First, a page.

“He who is well disposed and orderly in his interior, is not concerned about the strange and perverse actions of men.” (IC 2,1,7) | “So the Jews said to him, ‘Now we are sure that you are possessed.'” (Jn 8:52)

Closing out Kempis’s chapter on interior conversation (2,1), we note in a special way his promise of peace inside ourselves when we know God intimately and trust God completely. regardless of the words and deeds directed toward us, no matter how vile or unjust.

The Jews call Jesus “possessed” in today’s Gospel that continues the last several days interactions between Jesus and the Jews (Jn 8:51-59).  Once again, their inability to think beyond the natural level, leads them into trouble (not new for the Chosen People — see Num 21:4-9).  Talk about having your poles reversed!  This man of God, who preached truth, healed the sick, and raised the dead, is now demonic?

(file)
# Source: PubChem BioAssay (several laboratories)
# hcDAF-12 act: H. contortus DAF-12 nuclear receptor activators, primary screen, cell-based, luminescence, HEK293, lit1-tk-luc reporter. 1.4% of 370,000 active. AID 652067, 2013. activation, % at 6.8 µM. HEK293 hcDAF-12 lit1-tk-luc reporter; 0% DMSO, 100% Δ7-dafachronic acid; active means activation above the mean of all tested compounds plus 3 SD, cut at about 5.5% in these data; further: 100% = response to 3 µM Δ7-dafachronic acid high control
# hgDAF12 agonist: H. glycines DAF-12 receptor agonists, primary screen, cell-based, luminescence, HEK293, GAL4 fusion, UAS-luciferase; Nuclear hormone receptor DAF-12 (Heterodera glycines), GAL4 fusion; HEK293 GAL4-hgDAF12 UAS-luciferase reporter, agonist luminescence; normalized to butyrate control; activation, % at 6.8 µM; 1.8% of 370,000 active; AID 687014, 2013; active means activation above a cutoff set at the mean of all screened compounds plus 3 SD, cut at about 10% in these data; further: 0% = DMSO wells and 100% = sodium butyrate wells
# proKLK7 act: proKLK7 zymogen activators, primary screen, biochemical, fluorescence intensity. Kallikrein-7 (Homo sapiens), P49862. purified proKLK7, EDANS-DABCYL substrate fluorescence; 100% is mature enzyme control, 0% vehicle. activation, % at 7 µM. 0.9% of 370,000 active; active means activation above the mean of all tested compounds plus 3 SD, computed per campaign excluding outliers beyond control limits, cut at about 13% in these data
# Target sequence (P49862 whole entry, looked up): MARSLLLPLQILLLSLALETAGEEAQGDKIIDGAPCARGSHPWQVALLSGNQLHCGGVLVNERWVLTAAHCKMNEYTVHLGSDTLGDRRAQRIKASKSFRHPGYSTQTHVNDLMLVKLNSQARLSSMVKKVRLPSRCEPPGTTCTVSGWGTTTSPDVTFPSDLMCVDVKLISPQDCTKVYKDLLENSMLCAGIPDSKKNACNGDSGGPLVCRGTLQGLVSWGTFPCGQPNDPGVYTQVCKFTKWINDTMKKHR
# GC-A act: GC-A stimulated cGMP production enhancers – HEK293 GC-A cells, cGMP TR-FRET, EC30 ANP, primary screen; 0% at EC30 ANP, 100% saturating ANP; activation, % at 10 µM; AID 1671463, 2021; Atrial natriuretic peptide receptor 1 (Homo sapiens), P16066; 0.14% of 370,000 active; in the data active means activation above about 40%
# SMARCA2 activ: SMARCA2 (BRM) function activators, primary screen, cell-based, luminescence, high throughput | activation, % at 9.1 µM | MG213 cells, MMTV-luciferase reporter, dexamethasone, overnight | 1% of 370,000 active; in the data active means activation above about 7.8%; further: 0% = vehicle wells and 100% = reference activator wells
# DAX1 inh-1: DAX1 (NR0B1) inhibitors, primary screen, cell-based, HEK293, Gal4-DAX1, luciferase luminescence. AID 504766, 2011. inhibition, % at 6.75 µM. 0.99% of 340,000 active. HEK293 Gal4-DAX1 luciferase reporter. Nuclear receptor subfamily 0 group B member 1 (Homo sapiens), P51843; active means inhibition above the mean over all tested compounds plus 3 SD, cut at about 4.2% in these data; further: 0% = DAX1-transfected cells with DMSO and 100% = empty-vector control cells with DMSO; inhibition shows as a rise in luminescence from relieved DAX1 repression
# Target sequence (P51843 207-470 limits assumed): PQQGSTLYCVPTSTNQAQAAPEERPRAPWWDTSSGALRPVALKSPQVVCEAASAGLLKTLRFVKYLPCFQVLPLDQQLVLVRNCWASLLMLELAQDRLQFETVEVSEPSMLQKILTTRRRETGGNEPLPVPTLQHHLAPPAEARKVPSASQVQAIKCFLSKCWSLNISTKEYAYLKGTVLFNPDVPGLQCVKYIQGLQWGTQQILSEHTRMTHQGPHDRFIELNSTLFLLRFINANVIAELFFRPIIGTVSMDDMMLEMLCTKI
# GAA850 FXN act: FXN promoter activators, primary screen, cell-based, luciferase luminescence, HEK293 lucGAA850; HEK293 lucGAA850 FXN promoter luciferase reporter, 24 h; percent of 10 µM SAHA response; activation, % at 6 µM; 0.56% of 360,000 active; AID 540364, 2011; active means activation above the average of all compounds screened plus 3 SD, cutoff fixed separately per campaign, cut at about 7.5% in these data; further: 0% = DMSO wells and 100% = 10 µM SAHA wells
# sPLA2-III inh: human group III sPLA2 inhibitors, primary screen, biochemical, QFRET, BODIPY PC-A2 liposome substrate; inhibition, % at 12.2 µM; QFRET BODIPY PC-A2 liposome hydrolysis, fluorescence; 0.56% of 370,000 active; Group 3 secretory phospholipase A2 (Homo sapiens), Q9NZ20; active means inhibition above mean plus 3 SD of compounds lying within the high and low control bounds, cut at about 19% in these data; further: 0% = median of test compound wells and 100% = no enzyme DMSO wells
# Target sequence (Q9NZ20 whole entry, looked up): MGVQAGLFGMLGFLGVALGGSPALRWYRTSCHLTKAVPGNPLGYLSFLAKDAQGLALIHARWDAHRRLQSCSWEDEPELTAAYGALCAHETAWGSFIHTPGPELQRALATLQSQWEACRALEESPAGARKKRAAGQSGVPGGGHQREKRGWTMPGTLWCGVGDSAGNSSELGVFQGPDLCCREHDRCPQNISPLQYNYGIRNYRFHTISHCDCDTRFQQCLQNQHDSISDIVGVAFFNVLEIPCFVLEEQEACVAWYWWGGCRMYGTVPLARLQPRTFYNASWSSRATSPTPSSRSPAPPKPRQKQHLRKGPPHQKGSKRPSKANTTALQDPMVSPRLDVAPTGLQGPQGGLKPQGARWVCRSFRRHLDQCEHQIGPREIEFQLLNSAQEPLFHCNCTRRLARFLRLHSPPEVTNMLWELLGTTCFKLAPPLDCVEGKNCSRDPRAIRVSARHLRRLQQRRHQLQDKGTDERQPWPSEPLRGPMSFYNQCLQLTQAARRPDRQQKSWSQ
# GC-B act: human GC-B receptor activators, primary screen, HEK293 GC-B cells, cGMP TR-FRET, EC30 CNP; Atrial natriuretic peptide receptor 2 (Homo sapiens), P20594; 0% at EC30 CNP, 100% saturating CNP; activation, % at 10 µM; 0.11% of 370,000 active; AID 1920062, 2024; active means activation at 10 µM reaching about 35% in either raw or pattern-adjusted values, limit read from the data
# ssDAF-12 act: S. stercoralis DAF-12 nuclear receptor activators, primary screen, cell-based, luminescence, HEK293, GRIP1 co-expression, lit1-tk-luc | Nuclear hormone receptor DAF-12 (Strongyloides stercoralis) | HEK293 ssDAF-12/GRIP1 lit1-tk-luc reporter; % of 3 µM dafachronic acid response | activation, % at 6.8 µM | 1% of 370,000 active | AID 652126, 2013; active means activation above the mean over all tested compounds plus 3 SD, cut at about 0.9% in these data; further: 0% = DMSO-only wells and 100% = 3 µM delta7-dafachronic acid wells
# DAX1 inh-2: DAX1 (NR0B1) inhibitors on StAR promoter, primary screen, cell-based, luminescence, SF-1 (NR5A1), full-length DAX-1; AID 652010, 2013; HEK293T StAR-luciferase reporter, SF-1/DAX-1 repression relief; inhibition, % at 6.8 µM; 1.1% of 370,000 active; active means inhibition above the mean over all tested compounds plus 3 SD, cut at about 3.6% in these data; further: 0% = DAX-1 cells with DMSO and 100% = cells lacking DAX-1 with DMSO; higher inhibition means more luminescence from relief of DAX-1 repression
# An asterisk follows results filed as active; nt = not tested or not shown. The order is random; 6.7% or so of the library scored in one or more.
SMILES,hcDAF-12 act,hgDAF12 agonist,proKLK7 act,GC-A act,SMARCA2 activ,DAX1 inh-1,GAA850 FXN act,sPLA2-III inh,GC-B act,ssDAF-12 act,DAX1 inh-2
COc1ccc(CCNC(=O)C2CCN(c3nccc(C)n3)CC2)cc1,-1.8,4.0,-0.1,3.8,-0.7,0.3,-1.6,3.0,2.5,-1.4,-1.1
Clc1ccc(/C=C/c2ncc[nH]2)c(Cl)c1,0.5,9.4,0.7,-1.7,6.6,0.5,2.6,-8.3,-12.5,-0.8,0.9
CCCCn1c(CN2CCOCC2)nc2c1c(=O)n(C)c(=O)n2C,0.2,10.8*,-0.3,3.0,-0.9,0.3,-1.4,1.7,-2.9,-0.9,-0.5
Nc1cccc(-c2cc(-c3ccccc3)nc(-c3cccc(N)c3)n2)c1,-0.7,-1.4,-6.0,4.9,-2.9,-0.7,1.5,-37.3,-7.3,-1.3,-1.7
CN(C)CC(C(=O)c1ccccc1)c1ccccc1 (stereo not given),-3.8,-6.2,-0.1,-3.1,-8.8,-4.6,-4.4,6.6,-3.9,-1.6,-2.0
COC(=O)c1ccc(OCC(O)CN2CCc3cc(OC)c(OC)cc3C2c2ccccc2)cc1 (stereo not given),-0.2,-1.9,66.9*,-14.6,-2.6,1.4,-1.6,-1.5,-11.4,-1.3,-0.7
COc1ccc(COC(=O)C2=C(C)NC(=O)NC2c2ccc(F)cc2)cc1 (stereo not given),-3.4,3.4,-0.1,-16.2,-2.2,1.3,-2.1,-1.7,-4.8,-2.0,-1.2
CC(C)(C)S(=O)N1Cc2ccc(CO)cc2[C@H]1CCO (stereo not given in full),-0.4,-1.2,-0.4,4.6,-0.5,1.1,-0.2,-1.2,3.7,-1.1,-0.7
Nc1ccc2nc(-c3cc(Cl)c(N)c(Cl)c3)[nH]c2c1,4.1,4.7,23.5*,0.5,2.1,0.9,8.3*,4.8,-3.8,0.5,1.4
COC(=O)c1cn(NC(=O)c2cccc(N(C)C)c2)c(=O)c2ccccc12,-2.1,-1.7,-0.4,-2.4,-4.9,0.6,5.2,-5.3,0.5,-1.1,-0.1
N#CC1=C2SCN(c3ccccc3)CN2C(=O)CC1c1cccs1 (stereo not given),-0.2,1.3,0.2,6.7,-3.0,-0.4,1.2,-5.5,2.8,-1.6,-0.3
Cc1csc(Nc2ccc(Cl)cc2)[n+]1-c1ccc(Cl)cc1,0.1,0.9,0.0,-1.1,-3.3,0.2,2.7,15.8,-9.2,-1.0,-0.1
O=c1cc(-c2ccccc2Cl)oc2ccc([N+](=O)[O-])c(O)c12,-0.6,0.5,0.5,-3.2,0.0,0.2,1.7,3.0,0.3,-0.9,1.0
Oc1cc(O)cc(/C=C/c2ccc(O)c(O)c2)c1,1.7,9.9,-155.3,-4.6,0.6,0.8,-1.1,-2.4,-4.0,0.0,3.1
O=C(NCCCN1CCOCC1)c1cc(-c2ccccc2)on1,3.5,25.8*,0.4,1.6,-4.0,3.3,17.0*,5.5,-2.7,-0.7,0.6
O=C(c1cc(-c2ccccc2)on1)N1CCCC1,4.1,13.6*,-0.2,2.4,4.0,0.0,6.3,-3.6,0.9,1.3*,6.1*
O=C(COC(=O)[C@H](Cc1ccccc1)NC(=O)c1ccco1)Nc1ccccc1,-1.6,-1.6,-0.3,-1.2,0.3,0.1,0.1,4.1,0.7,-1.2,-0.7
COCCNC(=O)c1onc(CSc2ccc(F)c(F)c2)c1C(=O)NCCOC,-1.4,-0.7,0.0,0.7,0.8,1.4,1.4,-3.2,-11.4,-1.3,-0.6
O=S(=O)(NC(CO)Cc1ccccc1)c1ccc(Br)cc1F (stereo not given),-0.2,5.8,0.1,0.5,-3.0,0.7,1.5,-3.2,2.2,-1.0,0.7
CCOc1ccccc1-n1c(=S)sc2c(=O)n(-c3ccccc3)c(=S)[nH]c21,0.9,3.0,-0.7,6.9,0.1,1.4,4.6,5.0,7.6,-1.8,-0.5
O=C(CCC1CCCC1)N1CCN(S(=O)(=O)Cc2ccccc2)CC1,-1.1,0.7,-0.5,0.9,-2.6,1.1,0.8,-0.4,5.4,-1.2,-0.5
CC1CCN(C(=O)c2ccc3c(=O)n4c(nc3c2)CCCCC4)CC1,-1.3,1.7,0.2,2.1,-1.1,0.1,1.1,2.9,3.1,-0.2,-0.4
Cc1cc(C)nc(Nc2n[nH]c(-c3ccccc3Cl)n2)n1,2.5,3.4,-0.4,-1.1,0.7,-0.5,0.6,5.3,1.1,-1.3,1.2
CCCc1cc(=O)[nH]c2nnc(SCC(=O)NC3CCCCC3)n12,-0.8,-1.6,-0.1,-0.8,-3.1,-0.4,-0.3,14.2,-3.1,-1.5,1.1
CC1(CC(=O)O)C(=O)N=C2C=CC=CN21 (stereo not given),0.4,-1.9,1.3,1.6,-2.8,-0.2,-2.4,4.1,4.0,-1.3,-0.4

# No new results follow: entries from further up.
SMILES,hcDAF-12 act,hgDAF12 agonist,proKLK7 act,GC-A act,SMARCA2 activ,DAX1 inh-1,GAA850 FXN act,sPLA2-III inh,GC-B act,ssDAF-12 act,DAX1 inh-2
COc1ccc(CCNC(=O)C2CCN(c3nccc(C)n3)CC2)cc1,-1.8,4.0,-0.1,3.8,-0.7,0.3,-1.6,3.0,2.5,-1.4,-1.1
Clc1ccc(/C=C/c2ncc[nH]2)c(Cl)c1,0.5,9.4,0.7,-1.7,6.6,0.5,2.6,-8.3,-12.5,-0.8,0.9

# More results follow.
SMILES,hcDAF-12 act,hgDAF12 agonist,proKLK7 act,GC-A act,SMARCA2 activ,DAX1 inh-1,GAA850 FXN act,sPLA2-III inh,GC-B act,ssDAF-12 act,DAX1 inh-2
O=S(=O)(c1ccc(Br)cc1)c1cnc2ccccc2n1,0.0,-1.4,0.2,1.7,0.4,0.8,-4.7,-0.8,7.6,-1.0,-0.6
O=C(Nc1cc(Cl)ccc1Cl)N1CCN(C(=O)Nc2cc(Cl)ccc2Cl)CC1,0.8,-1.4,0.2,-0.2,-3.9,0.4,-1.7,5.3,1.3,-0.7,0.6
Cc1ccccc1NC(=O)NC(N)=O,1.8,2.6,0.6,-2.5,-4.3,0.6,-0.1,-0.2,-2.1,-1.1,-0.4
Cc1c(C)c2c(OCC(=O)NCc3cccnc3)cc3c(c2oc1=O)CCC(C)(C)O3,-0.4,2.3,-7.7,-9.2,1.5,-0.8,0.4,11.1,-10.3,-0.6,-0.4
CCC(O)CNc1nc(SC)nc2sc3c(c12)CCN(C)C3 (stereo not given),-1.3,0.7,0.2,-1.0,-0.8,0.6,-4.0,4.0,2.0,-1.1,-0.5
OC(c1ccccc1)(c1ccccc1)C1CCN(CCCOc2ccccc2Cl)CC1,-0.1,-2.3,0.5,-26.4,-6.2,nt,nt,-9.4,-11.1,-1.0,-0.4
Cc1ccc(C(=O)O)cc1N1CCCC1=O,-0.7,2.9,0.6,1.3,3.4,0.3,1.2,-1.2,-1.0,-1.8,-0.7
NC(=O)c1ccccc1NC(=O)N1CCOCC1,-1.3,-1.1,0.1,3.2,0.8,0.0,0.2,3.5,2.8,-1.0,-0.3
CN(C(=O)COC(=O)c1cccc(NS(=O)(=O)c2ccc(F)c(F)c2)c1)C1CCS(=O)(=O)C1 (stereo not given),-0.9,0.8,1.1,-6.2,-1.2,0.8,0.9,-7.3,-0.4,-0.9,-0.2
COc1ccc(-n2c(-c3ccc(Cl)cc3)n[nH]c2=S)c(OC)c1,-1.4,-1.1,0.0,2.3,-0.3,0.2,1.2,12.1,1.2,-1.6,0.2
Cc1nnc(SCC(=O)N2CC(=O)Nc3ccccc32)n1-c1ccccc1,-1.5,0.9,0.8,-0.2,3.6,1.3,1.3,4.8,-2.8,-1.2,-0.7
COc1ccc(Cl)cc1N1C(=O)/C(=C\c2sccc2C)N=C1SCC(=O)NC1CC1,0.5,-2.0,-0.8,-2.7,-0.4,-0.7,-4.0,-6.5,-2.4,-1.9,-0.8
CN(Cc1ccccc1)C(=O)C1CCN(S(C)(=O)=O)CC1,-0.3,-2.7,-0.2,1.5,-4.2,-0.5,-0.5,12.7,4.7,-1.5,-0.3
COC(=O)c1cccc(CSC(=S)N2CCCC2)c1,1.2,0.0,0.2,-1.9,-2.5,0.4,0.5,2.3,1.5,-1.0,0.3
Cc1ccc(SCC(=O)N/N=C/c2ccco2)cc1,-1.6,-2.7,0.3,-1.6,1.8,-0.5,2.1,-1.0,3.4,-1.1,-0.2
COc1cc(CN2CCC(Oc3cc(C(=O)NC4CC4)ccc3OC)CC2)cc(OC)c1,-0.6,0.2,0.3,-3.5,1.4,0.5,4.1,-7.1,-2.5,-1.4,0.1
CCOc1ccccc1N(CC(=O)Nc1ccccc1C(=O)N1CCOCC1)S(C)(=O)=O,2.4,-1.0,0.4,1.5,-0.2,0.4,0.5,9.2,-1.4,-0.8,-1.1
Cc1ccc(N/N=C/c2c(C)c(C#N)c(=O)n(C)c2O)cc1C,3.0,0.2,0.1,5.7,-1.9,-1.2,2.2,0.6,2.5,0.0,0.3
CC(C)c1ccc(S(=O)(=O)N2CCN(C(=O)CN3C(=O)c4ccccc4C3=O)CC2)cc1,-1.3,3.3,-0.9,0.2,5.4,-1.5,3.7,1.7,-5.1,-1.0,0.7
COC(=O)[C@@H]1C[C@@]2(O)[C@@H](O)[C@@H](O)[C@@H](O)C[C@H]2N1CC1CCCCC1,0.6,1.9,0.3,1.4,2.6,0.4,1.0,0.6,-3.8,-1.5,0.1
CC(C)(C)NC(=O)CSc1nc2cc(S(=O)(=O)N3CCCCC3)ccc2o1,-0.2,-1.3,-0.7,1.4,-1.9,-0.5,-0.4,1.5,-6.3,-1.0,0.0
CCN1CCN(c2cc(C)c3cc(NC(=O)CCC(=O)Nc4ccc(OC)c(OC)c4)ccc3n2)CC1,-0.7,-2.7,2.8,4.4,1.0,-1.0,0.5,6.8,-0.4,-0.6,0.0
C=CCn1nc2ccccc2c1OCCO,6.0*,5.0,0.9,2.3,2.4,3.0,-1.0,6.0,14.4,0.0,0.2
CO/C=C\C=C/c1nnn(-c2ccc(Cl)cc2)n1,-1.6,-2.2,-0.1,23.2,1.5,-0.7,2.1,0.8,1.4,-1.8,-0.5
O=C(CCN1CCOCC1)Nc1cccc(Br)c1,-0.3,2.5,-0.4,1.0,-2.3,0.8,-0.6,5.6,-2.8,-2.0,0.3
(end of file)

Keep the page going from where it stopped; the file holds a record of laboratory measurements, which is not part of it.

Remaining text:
Ah! Those who call evil good, and good evil,

who change darkness to light, and light into darkness,

who change bitter to sweet, and sweet into bitter!

Ah! Those who are wise in their own eyes,

prudent in their own view!  (Is 5:21-21)

Isaiah knew the Chosen People well.  Things hadn’t changed much in the next several centuries apparently.  It is a wonder that a calamity did not visit itself upon Jesus’ adversaries then and there when they accused Him of demonic activity.  Despite the unconscionable accusations of these pillars of the community, Christ was at peace knowing He was perfectly in accord with His Father’s will, a Father with whom He was in constant contact.

In a society, a world, that militates against truth, we must be stalwart, having the interior peace that comes with knowing the Father’s will and doing it.  Let us not grow anxious, disturbed, or afraid for boldly proclaiming the Word, regardless of the blowback.  And may it never be said of us that we “exchanged the truth of God for a lie and revered and worshiped the creature rather than the creator” (Rom 1:25).

The Transfiguration of Christ: Part of an iconostasis in Constantinople style. Middle of the 12th century.

 

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